We've had of course endless media comparisons between this car and its BMW Z4 M40i development cousin. GR Supra Chief Engineer Tetsuya Tada hasn't got much time for any of that, pointing out that all the dynamic elements that really matter - namely the settings used here for suspension, steering and the electronically controlled differential - are all his brand's own, courtesy of an intensive tuning programme from Gazoo Racing, the Toyota competition division given the task of developing this model. 'If you're going to compare the Supra to another car', he says, 'compare it to a Porsche Cayman'. That of course isn't the kind of classic straight-six, front-engined rear-wheel drive sports car this Toyota is trying to be, but this Supra's power output (335bhp) and performance figures (rest to 62mph in 4.3s) are very Cayman-like. The gearbox used here is somewhat different though - an 8-speed ZF torque converter auto - its change times influenced by your choice between 'Normal' or 'Sport' drive mode settings. These also alter steering feel, throttle response and the ride quality you get from the 'Adaptive Variable Suspension'. More electronics feature in the form of an active differential that redirects torque between the rear wheels, firing you from bend to bend. All of this is further aided by ideal 50:50 weight distribution and a particularly stiff chassis. The fairly chunky one and a half-tonne kerb weight is less helpful, which is one of the reasons why you can't chuck this car into a bend with quite the abandon you can with some rivals. But it'd be an easier car to live with day-to-day.

Design and Build

You'd expect a car that's had to borrow so heavily from shared componentry to be something of a compromise design. Yet of all the five Supra generations produced since Toyota unveiled its iconic 2000GT sports car back in 1967, there's little doubt that this one gets closest to replicating the romance of that original model's classic styling. In profile, you can clearly see its key elements; a short wheelbase, large wheels and a wide stance; a taut 2-seat-only cabin; and a long bonnet with a compact body reflecting the purist combination of an in-line six cylinder engine and rear-wheel drive. It's certainly extreme; the voluptuous rear haunches; the double-bubble roof line that delivers this unusual upper silhouette; and these curious slashes in the front wings that seem to serve no purpose we can discern, aesthetic or practical. You certainly can't accuse this car of being under-styled. Toyota claims the cabin design's been influenced by the cockpits you get in single-seater racing cars, which is why some might find the high waistline and low driving position a touch claustrophobic. What Supra fans with wider brand experience might not like so much is the vast amount of shared BMW componentry on show here, but for the most part, it's been classily integrated and quite a lot about this cabin remains Toyota's own; the great-looking supportive sports seats; the thin-rimmed steering wheel and the bespoke instrument cluster screen you view through it, complete with prominent 3D-effect orange rev counter and white digital speedo. The 8.8-inch fascia-top infotainment screen is BMW's, but that's a good thing as it delivers a level of media connectivity currently beyond most Toyota models. Unlike previous Supra models, this one's not a 2+2, so as with most cars in this segment, there are no tiny pews out back that might be used for small children or designer shopping bags. So just about anything you want to carry needs to go in the boot, the capacity of which is rated at 290-litres.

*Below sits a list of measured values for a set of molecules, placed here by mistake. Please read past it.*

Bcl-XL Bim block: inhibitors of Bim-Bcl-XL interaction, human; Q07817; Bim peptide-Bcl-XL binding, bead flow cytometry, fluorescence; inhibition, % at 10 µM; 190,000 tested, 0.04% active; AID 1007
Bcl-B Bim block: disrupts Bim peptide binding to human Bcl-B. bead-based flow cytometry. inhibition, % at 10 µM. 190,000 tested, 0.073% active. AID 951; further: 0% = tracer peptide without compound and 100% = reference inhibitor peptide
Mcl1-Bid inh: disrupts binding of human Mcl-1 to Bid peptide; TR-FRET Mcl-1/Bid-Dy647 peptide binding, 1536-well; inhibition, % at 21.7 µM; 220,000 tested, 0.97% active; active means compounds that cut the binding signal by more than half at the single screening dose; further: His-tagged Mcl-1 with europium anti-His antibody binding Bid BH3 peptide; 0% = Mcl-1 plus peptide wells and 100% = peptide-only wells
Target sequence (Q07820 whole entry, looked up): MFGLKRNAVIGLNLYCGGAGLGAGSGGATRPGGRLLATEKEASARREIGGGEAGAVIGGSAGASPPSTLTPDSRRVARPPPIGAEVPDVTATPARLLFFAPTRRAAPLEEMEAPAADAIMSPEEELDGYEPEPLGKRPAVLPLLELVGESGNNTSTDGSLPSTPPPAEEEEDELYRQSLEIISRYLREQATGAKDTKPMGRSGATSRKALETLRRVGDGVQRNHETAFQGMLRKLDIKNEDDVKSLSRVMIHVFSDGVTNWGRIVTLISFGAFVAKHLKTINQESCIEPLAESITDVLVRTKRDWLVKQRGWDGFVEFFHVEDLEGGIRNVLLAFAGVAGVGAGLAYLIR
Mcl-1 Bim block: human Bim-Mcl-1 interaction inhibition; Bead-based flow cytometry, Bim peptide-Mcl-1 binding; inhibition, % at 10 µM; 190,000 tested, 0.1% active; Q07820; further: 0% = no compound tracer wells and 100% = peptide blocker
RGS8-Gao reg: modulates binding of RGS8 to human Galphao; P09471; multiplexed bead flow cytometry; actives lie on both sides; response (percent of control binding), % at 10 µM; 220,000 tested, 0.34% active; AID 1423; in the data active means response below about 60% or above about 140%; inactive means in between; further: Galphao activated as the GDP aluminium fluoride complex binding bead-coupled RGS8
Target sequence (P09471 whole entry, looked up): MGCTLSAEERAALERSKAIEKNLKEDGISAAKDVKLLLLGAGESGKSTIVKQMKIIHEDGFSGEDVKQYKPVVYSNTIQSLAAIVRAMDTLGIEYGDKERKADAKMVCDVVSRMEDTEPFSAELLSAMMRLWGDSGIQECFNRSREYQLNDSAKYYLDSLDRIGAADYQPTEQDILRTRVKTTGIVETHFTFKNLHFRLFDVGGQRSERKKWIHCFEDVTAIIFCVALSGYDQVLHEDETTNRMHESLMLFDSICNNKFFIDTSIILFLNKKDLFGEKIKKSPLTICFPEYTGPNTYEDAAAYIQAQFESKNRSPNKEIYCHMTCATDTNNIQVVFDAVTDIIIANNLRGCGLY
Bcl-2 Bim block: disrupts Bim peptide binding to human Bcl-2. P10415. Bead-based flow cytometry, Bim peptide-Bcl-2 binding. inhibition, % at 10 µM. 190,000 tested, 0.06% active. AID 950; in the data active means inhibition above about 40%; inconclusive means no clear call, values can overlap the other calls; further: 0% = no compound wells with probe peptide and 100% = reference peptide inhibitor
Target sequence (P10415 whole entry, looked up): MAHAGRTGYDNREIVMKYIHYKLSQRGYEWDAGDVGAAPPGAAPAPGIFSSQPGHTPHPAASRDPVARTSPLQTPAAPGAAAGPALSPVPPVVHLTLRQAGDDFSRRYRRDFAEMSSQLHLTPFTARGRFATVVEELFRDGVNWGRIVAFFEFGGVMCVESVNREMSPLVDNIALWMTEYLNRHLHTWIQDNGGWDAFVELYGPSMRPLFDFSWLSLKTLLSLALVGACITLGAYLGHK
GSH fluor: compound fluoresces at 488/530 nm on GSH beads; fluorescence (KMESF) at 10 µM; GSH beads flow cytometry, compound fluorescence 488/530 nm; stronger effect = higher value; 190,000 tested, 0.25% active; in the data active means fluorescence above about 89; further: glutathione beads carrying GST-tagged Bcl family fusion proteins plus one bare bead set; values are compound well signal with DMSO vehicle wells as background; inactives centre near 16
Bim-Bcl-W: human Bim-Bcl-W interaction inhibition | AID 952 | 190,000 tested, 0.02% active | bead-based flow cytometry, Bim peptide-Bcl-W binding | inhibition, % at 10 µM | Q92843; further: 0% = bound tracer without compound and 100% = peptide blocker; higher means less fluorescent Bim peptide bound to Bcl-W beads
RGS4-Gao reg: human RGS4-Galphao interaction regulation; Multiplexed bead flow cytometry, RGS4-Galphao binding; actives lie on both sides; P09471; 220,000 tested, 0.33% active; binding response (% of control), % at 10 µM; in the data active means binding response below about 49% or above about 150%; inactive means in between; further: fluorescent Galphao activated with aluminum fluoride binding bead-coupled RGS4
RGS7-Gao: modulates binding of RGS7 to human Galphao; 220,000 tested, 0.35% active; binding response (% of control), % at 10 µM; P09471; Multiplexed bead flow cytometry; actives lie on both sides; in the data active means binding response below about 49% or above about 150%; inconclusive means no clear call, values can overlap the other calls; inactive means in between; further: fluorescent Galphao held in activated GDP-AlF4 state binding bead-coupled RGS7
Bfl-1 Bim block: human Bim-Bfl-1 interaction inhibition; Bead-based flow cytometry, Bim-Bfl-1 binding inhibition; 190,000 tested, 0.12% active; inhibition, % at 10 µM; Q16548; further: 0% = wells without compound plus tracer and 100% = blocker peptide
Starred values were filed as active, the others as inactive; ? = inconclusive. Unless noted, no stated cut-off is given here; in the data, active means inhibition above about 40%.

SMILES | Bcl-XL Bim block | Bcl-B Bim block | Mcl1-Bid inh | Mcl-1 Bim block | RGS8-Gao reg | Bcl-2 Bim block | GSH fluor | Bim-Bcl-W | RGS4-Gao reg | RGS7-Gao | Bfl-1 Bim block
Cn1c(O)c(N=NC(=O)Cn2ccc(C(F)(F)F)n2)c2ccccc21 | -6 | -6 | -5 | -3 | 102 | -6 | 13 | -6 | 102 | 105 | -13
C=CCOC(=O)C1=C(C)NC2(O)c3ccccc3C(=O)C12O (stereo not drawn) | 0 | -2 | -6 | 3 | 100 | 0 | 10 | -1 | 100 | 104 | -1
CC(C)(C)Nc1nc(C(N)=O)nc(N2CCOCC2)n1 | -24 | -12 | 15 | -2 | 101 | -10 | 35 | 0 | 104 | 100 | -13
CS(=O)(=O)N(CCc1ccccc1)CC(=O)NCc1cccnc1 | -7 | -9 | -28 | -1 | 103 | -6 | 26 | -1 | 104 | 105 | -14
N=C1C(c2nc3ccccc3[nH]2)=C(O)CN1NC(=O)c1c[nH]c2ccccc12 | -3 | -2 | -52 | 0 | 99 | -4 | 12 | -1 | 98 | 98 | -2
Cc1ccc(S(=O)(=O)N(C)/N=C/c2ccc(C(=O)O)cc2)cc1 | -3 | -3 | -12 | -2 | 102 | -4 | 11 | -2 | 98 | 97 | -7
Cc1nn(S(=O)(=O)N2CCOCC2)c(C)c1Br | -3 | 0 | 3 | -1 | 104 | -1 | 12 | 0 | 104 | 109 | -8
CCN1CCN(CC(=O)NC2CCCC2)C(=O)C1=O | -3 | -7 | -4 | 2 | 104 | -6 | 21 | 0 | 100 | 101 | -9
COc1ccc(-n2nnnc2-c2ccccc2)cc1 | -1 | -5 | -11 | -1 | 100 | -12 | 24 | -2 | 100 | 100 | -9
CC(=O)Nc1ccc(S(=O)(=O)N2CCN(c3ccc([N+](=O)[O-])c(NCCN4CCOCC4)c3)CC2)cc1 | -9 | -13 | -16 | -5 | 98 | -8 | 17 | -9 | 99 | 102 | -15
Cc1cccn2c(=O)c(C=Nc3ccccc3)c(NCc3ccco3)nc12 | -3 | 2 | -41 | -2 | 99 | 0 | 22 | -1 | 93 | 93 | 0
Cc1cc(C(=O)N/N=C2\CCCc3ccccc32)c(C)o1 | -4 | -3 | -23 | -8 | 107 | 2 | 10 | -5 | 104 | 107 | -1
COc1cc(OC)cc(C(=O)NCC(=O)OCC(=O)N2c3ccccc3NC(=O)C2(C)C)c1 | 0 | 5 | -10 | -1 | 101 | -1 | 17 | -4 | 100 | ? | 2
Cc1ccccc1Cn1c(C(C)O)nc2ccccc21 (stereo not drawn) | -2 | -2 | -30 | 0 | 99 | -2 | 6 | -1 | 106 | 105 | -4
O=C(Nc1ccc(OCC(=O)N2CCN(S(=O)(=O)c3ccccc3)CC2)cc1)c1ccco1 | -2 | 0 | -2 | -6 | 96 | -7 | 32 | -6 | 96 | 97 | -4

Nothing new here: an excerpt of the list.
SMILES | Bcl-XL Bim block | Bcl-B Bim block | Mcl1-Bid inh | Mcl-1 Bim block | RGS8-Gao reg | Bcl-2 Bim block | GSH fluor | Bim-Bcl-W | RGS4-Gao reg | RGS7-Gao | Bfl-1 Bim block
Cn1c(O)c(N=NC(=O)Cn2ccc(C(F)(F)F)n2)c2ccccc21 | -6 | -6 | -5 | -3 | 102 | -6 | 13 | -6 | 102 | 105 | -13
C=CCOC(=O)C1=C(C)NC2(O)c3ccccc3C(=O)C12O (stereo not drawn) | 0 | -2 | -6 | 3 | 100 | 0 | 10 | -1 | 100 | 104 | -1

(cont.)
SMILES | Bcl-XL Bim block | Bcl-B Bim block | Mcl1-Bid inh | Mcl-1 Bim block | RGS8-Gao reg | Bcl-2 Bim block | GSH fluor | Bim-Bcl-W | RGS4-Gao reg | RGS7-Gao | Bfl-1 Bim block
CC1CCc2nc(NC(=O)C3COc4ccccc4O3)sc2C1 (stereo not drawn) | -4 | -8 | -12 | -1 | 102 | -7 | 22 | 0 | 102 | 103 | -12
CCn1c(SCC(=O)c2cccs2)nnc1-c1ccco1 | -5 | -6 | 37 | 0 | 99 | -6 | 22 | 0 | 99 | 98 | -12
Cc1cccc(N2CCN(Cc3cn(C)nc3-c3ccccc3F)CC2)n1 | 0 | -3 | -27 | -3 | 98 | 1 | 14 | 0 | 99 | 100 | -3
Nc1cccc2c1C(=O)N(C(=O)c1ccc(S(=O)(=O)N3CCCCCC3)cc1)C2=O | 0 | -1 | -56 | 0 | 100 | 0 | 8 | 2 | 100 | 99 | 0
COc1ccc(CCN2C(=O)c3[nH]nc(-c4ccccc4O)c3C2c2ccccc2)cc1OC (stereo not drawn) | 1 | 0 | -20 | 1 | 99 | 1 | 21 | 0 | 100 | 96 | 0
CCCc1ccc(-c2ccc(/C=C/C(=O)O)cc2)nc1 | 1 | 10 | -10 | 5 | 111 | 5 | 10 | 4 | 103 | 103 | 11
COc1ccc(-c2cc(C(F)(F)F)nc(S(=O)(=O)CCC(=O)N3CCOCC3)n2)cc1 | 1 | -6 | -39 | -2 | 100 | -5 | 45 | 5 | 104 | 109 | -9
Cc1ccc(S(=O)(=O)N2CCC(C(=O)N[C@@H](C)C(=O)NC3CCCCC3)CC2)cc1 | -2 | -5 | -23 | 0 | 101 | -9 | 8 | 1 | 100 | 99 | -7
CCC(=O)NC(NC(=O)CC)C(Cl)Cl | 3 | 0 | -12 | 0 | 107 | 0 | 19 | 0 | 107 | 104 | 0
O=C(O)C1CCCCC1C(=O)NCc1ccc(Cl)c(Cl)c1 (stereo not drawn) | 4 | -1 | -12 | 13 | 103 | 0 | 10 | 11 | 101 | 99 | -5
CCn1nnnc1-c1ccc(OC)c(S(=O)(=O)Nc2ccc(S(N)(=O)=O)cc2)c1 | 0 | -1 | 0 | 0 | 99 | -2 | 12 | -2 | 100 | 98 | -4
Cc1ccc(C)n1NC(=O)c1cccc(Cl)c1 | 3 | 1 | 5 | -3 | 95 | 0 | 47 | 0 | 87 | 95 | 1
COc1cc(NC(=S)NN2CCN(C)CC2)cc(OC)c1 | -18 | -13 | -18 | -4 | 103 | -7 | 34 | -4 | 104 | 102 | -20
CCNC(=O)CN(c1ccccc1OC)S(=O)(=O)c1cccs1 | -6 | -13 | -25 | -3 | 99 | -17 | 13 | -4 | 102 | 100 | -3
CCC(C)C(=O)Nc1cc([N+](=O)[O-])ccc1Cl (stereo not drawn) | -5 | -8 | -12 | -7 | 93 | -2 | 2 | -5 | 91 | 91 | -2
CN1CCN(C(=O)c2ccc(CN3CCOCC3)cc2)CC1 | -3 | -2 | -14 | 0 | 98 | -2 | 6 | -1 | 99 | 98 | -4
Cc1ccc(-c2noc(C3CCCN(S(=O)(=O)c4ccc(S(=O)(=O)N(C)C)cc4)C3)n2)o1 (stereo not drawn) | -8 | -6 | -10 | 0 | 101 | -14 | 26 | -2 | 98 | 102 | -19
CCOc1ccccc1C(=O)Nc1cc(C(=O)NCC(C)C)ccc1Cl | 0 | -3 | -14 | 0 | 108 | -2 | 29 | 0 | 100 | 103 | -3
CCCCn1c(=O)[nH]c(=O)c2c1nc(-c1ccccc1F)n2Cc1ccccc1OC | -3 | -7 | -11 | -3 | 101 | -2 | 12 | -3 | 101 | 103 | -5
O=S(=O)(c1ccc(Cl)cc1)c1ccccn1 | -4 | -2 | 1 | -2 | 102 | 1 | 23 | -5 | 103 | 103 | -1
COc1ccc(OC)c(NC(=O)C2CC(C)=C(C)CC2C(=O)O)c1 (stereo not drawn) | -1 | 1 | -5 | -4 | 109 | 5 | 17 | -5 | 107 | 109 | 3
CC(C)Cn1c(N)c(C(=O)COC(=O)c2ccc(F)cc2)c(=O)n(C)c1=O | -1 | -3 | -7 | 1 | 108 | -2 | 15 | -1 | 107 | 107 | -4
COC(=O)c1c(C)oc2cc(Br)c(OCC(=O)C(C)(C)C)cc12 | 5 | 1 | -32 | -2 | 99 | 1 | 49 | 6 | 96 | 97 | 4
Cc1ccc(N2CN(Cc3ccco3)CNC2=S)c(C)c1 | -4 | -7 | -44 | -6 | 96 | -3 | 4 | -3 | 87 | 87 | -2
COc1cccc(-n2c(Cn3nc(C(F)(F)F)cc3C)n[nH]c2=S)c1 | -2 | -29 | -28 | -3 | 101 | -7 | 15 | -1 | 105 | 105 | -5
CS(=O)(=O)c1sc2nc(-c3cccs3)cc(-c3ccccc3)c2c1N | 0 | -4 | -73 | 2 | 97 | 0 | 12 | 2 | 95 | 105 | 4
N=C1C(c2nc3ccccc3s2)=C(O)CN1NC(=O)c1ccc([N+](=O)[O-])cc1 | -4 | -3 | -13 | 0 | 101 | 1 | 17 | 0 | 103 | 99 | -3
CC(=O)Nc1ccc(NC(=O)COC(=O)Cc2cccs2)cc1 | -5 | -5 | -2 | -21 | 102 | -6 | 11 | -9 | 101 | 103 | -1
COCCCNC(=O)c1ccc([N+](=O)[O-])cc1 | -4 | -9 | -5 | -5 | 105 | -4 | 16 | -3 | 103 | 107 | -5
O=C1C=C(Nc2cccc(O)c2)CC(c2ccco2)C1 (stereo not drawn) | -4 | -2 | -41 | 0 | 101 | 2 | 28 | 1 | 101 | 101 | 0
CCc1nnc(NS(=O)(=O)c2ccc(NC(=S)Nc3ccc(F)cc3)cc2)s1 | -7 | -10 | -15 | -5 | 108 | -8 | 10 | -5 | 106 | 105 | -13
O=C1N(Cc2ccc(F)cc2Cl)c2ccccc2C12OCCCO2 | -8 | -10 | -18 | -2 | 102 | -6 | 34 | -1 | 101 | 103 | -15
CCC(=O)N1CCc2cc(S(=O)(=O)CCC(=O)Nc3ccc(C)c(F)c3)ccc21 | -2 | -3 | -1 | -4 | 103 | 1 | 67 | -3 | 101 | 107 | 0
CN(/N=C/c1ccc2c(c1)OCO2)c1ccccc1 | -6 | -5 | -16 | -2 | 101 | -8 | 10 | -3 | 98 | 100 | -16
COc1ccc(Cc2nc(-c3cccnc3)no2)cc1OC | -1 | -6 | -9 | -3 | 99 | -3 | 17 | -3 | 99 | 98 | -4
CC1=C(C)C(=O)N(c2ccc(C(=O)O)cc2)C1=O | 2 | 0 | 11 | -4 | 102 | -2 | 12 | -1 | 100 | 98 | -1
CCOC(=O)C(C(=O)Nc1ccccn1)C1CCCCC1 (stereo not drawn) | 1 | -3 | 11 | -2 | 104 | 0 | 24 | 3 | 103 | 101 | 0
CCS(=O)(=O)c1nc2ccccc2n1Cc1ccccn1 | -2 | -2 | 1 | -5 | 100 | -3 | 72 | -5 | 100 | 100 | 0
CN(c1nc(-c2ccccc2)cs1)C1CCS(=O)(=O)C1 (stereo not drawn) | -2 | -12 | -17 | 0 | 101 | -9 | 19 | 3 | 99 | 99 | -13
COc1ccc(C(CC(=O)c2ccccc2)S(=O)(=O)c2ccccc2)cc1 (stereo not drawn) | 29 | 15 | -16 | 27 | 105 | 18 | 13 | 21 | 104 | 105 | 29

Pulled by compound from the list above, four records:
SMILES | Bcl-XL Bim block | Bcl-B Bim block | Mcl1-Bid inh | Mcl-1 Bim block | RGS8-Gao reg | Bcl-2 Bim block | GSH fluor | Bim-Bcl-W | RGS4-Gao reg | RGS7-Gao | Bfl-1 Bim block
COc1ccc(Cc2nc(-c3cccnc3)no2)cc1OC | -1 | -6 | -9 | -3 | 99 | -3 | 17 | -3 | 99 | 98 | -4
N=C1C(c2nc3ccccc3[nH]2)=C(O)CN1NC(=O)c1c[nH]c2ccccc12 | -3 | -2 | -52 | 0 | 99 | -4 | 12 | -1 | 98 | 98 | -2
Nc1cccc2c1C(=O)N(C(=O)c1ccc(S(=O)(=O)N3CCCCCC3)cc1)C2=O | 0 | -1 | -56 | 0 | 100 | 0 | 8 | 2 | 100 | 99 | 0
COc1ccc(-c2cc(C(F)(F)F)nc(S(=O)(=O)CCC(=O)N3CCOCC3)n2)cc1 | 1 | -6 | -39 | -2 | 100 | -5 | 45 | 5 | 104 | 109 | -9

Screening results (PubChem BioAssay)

Watch our fantastic video

Toyota Supra Review